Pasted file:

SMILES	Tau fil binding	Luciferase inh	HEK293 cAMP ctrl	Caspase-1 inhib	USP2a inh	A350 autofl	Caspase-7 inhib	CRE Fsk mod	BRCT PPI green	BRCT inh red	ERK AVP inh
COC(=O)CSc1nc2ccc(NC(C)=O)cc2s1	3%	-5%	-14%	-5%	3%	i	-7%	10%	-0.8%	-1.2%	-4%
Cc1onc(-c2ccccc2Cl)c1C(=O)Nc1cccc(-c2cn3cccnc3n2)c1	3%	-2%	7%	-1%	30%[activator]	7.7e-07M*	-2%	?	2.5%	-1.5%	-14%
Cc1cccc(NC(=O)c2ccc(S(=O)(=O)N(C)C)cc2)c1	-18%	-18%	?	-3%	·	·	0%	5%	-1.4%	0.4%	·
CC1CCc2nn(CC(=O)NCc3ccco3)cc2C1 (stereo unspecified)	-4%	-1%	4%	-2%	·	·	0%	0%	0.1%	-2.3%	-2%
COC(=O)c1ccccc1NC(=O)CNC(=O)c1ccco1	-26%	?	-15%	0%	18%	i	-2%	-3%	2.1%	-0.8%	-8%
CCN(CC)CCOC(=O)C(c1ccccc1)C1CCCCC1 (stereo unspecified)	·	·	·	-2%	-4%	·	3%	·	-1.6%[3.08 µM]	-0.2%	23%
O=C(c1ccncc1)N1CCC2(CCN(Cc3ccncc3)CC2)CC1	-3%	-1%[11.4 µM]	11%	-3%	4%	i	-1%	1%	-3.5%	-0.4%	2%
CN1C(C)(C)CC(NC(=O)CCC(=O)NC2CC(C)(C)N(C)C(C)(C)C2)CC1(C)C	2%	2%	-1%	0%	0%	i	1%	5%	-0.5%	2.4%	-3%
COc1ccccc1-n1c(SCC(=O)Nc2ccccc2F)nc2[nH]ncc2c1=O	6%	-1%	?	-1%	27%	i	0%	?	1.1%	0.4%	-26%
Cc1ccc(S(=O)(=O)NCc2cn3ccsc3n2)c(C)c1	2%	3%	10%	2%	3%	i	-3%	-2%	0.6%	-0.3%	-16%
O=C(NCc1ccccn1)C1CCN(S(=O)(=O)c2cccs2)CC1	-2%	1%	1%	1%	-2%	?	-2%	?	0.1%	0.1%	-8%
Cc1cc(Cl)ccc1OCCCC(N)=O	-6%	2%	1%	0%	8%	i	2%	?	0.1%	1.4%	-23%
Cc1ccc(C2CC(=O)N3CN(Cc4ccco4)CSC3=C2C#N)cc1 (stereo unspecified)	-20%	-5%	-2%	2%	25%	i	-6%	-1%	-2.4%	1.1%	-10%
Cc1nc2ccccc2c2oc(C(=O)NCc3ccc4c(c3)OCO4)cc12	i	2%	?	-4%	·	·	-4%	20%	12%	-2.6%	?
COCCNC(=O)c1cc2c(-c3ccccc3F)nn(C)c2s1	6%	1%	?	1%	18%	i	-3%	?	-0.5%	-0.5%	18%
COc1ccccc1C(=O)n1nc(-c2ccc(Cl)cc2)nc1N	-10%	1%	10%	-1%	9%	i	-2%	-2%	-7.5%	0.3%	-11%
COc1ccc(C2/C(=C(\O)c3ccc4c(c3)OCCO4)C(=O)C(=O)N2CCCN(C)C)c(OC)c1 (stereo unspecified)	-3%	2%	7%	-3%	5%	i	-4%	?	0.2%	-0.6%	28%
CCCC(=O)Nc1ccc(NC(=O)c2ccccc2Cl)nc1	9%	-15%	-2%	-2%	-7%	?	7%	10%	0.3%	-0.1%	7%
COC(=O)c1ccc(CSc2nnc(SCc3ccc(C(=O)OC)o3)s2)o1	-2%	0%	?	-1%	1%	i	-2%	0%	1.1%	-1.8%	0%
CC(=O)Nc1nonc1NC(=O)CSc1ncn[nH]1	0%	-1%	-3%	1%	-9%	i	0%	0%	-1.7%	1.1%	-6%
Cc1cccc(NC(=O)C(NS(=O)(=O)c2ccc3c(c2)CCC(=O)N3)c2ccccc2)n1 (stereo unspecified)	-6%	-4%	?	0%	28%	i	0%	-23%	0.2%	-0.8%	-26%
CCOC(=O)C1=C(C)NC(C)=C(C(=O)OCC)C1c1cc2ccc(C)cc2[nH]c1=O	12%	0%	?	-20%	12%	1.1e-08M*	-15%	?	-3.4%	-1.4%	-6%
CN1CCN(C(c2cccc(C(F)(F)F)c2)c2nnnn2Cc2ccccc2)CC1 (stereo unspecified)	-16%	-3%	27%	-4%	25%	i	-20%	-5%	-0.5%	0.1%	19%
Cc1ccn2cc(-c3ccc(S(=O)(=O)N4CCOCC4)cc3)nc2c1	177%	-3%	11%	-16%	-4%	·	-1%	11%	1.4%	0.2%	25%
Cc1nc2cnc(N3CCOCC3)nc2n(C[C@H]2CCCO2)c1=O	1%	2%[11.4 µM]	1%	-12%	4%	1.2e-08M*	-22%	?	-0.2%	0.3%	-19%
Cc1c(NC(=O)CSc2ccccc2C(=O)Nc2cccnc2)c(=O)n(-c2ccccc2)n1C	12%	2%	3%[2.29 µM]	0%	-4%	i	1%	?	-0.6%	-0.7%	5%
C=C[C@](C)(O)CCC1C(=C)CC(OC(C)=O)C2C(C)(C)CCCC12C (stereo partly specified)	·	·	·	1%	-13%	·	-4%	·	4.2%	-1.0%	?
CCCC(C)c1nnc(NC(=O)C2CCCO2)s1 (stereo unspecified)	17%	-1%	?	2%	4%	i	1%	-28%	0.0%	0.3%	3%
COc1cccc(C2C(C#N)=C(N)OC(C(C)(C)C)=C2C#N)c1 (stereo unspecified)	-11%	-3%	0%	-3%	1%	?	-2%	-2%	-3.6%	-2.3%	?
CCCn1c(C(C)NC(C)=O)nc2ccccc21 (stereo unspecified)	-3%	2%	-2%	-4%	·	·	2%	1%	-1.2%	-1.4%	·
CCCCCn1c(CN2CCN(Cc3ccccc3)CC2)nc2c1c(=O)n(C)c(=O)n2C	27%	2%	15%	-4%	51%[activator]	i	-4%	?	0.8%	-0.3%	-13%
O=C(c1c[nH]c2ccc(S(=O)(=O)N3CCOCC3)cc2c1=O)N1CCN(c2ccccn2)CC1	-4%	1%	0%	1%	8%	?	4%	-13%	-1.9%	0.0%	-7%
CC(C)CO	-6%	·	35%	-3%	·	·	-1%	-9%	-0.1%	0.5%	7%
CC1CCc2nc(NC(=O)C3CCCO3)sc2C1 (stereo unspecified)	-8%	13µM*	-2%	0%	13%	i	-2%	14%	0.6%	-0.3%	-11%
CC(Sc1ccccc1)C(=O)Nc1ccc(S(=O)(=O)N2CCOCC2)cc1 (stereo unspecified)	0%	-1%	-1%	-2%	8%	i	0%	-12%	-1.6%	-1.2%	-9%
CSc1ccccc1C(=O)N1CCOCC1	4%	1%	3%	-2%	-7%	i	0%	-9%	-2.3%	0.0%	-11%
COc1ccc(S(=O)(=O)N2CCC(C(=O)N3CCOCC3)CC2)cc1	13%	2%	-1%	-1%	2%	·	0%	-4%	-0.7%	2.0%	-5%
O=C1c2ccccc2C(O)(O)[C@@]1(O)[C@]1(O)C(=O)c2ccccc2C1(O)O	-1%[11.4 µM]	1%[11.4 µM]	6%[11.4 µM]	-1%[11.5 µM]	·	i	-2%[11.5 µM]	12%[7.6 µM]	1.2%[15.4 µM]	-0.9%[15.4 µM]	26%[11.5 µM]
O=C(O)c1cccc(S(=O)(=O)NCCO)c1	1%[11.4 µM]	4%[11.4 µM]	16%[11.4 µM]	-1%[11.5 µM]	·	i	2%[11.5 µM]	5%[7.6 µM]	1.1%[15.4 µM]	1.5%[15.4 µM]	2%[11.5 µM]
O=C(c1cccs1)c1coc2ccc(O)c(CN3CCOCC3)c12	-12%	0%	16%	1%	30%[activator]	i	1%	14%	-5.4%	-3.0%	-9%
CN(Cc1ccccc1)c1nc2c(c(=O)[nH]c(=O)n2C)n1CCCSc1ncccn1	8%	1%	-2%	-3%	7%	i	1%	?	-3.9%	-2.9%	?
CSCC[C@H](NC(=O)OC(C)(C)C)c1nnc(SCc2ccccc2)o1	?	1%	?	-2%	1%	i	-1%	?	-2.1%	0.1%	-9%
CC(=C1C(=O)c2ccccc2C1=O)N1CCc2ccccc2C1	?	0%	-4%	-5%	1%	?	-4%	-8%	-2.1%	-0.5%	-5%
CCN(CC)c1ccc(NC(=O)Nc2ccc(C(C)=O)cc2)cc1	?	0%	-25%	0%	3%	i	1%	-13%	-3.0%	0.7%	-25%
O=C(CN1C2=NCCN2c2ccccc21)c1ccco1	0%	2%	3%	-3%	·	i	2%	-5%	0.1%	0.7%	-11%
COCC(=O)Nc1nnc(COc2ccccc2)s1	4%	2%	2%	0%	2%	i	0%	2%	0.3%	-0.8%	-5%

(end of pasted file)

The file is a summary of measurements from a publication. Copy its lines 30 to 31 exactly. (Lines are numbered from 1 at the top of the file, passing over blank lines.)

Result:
COc1cccc(C2C(C#N)=C(N)OC(C(C)(C)C)=C2C#N)c1 (stereo unspecified)	-11%	-3%	0%	-3%	1%	?	-2%	-2%	-3.6%	-2.3%	?
CCCn1c(C(C)NC(C)=O)nc2ccccc21 (stereo unspecified)	-3%	2%	-2%	-4%	·	·	2%	1%	-1.2%	-1.4%	·